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The Folger Institute

Early modern print of a scholar working in a cluttered room

The Folger Institute is a center for advanced research in the early modern humanities at the Folger Shakespeare Library. Founded in 1970, the Institute gathers interdisciplinary communities of scholars for collections-based research. The Institute sets agendas, models best practices, and tests new methods for scholarship. Together with colleagues around the Folger, the Institute seeks to bring public audiences together with scholarly ones as we discover more about the cultures and legacies of the early modern world.

The Folger is reopening Friday, June 21, 2024. The Reading Room is reopening Tuesday, June 25, 2024. Find the latest updates about our building renovation

For the Institute—as for the Folger as a whole—the renovation that has now begun changes the circumstances of our work, but not the nature of it. The Institute supports the curiosity-driven hunches that send scholars to the archives for evidence and to the seminar rooms, the tea room, and even the cloak room for discussion and feedback. Institute offerings facilitate the concentrated work of reading and writing, and provide access to modern scholarship, digital resources, and sociable spaces for trial and redirection and recommitment. We take seriously the questions that interrupt received wisdom, exceed easy answers, and open the scope of our understanding of early modernity with all its resonances in our own conflicted world.  We have dedicated ourselves to this work at the Folger Shakespeare Library for nearly fifty years. We take this mission on the road with us to work with partners now. We will return stronger soon.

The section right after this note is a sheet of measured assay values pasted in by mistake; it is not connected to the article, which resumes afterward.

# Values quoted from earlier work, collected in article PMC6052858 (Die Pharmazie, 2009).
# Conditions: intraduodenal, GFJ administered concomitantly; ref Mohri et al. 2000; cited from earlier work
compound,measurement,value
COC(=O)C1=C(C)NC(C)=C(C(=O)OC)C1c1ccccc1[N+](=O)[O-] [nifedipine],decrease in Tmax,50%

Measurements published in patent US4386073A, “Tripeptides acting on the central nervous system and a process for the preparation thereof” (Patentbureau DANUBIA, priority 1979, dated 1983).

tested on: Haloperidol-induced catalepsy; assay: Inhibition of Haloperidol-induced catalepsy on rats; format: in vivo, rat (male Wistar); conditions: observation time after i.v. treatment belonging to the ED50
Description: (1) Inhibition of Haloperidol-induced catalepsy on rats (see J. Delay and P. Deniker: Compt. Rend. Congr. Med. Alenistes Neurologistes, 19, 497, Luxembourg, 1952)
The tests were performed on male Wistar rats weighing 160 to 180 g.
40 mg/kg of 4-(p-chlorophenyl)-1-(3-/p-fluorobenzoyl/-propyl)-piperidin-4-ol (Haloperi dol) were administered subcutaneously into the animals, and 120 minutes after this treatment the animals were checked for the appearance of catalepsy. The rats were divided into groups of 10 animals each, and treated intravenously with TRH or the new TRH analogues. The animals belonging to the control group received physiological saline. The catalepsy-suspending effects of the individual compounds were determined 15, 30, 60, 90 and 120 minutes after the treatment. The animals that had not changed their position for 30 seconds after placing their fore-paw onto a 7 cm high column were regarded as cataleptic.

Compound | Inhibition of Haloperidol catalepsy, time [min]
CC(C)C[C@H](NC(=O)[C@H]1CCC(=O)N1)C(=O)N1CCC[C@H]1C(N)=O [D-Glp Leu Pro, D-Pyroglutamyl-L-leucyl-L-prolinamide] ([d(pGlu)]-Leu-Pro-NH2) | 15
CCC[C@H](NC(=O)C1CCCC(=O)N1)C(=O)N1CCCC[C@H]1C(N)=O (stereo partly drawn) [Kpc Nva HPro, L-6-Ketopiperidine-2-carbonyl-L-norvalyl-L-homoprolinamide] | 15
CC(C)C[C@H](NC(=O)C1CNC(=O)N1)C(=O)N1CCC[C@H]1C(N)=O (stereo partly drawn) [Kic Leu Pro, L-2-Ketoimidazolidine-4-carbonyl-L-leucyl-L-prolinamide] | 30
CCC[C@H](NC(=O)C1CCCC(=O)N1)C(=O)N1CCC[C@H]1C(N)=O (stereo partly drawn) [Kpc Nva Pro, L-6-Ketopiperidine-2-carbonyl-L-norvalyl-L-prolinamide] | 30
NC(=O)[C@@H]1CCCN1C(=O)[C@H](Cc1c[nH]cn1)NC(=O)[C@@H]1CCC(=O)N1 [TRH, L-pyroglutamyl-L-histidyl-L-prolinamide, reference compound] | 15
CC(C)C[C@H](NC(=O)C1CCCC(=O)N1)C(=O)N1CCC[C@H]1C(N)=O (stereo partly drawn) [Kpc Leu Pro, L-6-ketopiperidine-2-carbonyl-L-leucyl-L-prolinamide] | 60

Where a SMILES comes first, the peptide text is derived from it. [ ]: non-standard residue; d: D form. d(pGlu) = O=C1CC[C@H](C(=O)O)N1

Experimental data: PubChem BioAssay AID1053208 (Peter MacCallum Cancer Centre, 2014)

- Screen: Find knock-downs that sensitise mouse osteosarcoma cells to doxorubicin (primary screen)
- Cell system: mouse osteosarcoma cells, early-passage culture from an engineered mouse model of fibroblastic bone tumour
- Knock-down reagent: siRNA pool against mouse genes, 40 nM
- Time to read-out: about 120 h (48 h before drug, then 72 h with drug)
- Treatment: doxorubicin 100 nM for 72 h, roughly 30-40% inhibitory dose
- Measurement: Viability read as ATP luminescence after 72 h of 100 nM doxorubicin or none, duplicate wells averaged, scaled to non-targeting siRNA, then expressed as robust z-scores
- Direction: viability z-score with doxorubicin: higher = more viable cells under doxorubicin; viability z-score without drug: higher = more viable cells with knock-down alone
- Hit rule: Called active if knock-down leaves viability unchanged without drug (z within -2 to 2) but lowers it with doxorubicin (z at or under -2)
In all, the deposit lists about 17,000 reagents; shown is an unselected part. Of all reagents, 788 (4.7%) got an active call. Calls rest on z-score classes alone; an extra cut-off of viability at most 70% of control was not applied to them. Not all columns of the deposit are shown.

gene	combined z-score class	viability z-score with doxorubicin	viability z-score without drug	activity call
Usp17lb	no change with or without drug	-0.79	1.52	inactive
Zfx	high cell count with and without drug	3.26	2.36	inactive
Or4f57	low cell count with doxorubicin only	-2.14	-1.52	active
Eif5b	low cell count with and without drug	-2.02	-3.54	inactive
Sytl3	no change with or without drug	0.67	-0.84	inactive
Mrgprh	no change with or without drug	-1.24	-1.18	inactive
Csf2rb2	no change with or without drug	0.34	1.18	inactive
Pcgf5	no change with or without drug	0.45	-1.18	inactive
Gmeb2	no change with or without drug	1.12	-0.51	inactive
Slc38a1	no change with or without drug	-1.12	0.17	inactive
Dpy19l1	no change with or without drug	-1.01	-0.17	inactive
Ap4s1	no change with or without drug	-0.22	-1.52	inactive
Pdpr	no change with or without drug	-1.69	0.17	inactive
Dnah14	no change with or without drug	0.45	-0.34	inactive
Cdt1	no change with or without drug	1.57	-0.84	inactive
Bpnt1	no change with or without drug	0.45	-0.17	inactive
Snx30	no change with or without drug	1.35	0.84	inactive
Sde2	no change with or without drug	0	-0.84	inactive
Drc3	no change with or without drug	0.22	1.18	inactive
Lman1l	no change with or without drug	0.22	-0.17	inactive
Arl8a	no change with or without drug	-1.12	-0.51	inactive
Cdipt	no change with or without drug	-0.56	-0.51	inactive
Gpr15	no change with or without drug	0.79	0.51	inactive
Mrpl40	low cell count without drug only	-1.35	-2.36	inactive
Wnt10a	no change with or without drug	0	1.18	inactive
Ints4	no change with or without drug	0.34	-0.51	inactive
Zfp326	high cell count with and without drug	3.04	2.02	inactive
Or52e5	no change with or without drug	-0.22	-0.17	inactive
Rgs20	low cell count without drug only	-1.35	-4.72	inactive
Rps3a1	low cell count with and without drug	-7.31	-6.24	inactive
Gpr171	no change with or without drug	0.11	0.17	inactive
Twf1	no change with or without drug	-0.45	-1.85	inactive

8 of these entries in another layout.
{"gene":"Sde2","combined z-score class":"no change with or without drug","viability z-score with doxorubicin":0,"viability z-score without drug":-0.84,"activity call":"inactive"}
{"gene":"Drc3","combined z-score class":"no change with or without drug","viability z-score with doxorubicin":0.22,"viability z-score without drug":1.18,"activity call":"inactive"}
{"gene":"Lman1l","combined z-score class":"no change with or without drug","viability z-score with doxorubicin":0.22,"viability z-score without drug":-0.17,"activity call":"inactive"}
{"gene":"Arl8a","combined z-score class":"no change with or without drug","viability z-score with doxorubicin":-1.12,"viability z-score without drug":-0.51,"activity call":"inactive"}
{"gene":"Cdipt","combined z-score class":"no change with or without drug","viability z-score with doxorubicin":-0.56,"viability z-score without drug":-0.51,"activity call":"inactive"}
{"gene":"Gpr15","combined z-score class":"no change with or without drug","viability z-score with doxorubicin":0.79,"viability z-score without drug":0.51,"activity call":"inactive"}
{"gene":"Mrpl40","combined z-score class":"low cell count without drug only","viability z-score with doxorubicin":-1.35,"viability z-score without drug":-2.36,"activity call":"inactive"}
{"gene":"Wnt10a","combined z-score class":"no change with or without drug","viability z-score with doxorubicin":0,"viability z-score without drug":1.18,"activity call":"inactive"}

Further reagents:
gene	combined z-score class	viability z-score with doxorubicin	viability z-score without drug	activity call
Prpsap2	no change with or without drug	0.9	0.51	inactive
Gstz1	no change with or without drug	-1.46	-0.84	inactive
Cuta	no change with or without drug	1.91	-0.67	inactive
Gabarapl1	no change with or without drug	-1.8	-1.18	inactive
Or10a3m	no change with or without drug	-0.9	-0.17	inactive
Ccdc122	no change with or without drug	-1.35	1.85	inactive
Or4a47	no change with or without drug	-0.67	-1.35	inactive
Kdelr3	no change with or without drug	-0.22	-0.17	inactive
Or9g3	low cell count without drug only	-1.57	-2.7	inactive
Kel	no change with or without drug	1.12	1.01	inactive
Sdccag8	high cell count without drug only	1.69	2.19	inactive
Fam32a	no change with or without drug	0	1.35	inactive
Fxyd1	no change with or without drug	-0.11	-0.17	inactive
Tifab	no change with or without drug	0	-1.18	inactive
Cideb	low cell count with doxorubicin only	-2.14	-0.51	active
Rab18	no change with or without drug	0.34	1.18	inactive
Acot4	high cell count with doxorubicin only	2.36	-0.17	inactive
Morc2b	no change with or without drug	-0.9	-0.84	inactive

Learn more about the Institute’s work

Better than a Pound of Sorrow: Antidotes for Melancholy in Early Modern England
The title of the book followed by a square image of a dancing faun-like figure surrounded by a circle of tiny dancers.
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Better than a Pound of Sorrow: Antidotes for Melancholy in Early Modern England

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Author
Andrés Gattinoni

Fellow Andrés Gattinoni looks at Early Modern collections of music and jokes intended to cure melancholy.

A ‘declineing time’? The final illnesses of Constance and Elizabeth Lucy
A small brown volume with gold lettering being held by a hand mostly out of frame
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A ‘declineing time’? The final illnesses of Constance and Elizabeth Lucy

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Author
Emma Marshall

Folger Fellow Emma Marshall explores the history of the women of the Lucy family.

Beyond a Cure for Plague
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Beyond a Cure for Plague

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Author
Kathleen Miller

Fellow Kathleen Miller explores the Early Modern use of plague cures to treat more than one type of illness